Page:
cosmic microwave background
Robert Wilson (right) and his former Bell Labs research collaborator, Arno Penzias, standing in front of the horn antenna
Astronomers using the BICEP2 radio telescope at the South Pole announced in March that they had found a faint twisting pattern
If confirmed, the recently detected potential ripples from the Big Bang represent an imprint on the cosmic microwave background by gravitational waves. Those gravitational waves are produced through a quantum process, providing, for the first time (again, if confirmed), evidence that gravity is governed by quantum mechanics. This point cannot be overemphasized.
A handful of physics articles from 50 years ago have become central to the way physicists think about matter and the cosmos today -- so central, in fact, that we can sometimes forget that these foundational ideas even have a history.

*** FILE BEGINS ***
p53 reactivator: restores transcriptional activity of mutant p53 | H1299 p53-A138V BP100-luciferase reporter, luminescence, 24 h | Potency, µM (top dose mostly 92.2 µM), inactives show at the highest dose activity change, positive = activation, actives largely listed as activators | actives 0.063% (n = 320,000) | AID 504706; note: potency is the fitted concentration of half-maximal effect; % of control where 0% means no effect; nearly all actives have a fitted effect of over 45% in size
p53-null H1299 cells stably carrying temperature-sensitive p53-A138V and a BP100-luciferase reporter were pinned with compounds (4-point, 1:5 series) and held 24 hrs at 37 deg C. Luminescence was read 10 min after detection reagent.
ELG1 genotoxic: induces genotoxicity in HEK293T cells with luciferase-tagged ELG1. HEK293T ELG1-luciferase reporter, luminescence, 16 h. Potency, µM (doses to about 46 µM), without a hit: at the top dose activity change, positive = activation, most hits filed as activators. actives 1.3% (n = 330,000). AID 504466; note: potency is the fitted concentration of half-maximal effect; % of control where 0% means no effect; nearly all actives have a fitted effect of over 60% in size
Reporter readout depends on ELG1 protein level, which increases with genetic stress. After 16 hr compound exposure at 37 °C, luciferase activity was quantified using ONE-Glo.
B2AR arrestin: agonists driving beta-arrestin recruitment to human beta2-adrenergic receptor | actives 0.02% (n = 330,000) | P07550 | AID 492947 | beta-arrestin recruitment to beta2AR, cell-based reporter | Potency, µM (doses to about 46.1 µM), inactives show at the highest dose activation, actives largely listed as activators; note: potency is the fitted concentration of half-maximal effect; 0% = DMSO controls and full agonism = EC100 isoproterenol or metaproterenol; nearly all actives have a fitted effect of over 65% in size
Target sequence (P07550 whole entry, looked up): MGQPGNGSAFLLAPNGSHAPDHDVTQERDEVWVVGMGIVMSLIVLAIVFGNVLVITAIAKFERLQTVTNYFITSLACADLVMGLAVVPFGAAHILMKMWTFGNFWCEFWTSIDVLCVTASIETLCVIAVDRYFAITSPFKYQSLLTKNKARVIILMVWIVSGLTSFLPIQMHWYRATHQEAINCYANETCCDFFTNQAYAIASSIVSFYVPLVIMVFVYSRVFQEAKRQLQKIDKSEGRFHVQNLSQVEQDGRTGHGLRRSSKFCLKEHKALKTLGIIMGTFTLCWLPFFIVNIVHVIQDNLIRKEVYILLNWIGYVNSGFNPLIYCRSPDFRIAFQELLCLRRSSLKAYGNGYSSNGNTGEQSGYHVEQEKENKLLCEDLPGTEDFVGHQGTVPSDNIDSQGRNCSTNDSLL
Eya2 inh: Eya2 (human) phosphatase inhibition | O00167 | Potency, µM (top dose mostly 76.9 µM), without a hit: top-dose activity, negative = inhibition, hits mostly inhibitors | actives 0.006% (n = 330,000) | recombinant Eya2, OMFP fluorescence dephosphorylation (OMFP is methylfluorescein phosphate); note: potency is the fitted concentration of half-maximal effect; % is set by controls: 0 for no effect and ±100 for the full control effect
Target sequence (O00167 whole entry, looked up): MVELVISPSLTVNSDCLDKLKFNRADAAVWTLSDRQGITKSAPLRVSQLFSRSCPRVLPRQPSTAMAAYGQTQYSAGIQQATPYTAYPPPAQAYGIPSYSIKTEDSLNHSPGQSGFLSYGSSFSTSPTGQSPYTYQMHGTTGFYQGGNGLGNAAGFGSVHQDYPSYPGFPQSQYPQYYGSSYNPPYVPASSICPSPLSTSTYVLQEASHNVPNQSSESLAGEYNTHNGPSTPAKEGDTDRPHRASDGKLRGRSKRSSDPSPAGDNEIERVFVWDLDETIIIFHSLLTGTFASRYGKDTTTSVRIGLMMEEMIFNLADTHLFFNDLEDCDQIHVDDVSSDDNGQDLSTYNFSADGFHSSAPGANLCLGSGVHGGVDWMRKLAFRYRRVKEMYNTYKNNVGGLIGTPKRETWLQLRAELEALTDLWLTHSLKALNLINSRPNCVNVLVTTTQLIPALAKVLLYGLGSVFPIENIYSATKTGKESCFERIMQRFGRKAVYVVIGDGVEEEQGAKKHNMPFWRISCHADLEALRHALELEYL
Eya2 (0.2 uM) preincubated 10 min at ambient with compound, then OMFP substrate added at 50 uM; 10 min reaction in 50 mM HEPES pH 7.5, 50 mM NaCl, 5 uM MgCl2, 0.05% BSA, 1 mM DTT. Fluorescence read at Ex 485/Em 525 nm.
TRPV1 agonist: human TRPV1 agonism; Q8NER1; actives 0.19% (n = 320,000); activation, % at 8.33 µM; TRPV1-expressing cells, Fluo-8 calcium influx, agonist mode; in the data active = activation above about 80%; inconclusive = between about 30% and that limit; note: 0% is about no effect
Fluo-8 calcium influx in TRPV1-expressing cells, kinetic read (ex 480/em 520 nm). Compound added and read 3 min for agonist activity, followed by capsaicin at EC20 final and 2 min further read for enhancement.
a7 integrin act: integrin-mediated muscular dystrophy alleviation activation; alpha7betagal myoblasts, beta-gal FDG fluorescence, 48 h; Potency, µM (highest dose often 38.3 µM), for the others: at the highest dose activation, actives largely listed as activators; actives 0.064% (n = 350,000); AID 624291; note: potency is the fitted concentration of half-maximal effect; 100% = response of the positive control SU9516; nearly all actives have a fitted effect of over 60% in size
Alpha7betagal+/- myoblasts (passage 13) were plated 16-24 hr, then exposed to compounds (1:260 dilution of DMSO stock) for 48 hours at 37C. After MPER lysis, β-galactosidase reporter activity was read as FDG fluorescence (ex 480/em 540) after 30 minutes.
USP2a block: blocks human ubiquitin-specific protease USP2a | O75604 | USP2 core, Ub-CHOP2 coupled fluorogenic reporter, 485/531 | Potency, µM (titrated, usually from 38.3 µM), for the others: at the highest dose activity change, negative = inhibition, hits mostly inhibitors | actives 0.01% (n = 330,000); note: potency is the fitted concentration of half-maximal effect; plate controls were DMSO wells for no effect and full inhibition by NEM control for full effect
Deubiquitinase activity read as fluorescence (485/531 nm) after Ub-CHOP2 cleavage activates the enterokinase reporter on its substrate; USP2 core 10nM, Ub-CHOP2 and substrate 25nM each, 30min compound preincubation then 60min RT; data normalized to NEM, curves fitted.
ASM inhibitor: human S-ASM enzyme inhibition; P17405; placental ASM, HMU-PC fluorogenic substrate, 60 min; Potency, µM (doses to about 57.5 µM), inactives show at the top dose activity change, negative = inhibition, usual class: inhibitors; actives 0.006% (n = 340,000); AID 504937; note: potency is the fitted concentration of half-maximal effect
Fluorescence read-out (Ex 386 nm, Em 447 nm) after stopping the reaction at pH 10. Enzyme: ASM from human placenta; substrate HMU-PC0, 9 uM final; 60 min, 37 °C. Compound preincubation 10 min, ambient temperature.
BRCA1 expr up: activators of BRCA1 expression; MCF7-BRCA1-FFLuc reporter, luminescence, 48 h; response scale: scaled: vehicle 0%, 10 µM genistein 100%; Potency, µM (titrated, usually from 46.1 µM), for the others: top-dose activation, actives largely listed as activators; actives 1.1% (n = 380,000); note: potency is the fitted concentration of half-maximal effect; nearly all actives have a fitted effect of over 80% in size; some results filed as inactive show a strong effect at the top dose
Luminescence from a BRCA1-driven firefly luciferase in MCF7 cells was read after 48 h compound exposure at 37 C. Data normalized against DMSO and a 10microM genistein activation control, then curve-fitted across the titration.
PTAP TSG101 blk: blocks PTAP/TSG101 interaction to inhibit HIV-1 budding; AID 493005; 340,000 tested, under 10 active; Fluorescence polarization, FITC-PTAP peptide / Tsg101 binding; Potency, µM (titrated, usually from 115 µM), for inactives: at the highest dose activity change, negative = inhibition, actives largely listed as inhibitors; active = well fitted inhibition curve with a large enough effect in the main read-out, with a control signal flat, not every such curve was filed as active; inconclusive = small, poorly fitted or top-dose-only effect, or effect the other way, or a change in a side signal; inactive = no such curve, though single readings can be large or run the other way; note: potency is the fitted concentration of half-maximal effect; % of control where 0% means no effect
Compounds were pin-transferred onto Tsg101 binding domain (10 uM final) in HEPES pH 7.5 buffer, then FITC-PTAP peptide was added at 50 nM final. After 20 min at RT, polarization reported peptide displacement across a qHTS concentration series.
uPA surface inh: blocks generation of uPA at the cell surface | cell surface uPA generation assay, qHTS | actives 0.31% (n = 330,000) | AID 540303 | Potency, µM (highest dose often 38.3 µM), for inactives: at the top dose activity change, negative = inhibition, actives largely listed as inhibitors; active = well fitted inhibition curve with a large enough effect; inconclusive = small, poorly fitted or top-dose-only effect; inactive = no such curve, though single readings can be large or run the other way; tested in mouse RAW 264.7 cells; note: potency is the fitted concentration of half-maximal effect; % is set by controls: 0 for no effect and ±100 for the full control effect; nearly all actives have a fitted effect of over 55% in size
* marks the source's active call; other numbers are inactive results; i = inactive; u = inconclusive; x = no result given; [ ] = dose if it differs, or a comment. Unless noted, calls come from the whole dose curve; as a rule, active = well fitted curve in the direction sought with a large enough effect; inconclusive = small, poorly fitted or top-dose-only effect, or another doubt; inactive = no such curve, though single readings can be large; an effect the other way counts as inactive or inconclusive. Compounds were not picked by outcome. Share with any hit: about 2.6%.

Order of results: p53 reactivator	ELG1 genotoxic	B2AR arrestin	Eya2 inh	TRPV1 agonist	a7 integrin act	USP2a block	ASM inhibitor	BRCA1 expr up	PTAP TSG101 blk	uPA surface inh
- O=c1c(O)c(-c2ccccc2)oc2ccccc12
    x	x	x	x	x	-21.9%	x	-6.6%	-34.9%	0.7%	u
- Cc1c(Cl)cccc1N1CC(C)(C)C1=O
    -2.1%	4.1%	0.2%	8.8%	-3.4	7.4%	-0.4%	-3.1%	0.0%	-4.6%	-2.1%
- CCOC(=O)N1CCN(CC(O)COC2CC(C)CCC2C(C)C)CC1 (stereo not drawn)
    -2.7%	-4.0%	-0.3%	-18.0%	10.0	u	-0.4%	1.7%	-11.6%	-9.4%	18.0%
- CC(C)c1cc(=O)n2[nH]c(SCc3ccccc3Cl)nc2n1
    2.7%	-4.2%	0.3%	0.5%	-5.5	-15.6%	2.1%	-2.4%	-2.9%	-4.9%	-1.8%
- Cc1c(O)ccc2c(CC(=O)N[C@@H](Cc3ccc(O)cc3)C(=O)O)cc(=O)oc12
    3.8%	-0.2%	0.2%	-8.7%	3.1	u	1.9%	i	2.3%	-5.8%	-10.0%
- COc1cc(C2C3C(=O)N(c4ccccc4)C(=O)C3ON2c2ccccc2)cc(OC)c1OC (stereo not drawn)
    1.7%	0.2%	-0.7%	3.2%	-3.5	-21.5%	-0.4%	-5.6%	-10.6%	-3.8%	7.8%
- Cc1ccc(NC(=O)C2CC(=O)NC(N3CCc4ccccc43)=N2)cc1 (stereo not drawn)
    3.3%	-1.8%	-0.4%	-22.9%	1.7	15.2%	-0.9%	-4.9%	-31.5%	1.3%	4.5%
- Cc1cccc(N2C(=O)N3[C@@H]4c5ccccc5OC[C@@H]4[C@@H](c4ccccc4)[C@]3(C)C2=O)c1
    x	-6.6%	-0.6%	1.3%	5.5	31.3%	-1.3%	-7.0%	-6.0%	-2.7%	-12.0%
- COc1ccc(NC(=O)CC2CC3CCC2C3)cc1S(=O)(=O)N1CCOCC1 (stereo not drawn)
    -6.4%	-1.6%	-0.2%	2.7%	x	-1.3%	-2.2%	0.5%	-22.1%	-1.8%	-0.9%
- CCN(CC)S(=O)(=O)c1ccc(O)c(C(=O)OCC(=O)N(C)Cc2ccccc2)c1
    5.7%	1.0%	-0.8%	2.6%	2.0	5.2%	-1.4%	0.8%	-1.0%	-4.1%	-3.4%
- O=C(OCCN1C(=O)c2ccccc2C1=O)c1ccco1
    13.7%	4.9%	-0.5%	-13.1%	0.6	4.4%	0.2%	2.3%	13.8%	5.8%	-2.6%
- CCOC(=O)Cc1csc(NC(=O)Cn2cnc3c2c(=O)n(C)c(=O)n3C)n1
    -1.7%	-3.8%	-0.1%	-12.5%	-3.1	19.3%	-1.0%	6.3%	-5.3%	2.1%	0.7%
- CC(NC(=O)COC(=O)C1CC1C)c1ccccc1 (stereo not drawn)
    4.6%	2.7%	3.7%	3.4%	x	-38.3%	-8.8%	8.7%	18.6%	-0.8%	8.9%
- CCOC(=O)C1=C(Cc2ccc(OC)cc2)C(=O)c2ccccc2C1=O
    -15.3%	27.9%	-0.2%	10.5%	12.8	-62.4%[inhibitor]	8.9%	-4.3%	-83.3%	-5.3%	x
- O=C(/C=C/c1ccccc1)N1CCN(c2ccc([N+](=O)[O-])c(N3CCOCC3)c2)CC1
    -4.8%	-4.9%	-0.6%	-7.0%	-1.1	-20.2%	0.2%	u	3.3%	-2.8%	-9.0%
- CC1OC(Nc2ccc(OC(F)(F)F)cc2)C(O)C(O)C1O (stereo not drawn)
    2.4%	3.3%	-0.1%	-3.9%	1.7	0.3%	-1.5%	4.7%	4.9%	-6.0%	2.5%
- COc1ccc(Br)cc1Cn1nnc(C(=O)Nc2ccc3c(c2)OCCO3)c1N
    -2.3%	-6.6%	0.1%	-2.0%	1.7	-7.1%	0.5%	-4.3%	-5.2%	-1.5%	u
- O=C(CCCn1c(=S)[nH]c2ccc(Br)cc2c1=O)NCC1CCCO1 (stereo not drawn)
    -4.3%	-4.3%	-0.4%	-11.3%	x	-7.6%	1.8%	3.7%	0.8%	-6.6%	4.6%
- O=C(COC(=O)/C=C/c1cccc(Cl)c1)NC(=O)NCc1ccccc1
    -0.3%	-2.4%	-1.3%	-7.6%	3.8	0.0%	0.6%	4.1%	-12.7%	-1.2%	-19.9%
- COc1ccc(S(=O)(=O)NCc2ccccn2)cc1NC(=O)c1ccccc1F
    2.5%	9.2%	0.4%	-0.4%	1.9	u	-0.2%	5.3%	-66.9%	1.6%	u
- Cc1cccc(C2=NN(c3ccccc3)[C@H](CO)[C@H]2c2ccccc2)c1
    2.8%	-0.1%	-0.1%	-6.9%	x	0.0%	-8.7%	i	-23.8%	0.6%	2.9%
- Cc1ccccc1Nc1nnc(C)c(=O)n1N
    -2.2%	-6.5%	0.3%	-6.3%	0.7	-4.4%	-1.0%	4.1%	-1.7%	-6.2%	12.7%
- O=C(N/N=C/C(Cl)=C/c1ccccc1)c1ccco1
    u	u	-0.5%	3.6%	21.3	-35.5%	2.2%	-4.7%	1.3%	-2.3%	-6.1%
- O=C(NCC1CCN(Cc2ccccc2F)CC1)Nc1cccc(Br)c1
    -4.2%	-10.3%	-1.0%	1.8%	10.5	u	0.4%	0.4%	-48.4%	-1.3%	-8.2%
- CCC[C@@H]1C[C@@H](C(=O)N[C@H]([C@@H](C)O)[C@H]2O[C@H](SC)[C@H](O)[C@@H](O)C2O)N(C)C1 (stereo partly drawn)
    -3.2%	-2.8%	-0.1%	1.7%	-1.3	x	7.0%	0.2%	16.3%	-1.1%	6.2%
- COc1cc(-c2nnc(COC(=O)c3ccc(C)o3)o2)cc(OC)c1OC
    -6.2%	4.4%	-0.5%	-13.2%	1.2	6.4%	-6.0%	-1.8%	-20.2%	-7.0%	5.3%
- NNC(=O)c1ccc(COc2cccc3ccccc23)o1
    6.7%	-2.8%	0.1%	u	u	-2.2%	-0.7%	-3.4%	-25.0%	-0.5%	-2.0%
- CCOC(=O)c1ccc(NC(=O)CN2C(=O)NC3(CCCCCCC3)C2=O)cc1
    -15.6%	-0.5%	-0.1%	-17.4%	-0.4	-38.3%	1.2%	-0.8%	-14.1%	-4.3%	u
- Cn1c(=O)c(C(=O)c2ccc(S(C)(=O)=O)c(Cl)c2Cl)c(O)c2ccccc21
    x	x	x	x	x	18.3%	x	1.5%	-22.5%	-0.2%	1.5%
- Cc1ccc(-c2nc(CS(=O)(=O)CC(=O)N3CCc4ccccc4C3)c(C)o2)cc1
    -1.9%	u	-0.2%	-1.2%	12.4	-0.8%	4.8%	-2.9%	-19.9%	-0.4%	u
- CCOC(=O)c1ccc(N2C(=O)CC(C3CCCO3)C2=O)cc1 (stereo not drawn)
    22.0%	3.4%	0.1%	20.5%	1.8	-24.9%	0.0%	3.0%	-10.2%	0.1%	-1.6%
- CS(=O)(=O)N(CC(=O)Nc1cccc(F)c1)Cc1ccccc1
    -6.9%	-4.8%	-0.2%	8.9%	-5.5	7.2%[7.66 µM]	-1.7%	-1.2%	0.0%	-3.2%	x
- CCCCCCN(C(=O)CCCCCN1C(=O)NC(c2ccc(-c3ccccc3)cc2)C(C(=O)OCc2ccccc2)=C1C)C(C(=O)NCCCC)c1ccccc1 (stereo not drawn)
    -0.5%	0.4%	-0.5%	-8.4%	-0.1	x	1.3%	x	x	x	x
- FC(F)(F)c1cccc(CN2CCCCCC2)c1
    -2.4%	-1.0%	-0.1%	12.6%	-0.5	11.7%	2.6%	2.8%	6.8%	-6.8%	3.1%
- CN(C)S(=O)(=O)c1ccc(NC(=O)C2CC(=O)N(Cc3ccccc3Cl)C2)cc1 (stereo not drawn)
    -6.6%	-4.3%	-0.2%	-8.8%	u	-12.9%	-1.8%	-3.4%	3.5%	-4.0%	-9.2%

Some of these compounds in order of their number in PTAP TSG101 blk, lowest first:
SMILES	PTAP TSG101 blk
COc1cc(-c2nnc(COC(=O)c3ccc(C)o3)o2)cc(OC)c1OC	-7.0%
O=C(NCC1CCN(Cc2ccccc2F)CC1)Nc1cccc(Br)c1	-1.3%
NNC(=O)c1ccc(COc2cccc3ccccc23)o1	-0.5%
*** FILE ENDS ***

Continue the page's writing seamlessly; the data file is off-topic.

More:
Now the CMB is freezing cold — around minus 454 degrees Fahrenheit (minus 270 degrees Celsius; 3 degrees Kelvin). It cooled
At first, there was nothing — complete and utter emptiness. Zero energy and zero matter. "It is like finding two cups of
During inflation, the idea goes, the universe expanded faster than the speed of light, doubling in size 100 times or more
This story originally appeared in Nature News. In Liddle and Cortês’s scenario, the asymmetry of the CMB would derive from
"There is a hint that the universe did not evolve exactly the way we expected," Dr. Eric Linder, a theoretical physicist
The night sky, sprinkled with twinkling stars and the pale light of a silvery Moon, has fascinated humans since the dawn of history. But, why is it dark? If you think that the answer is: "Because you don't see the Sun," think again.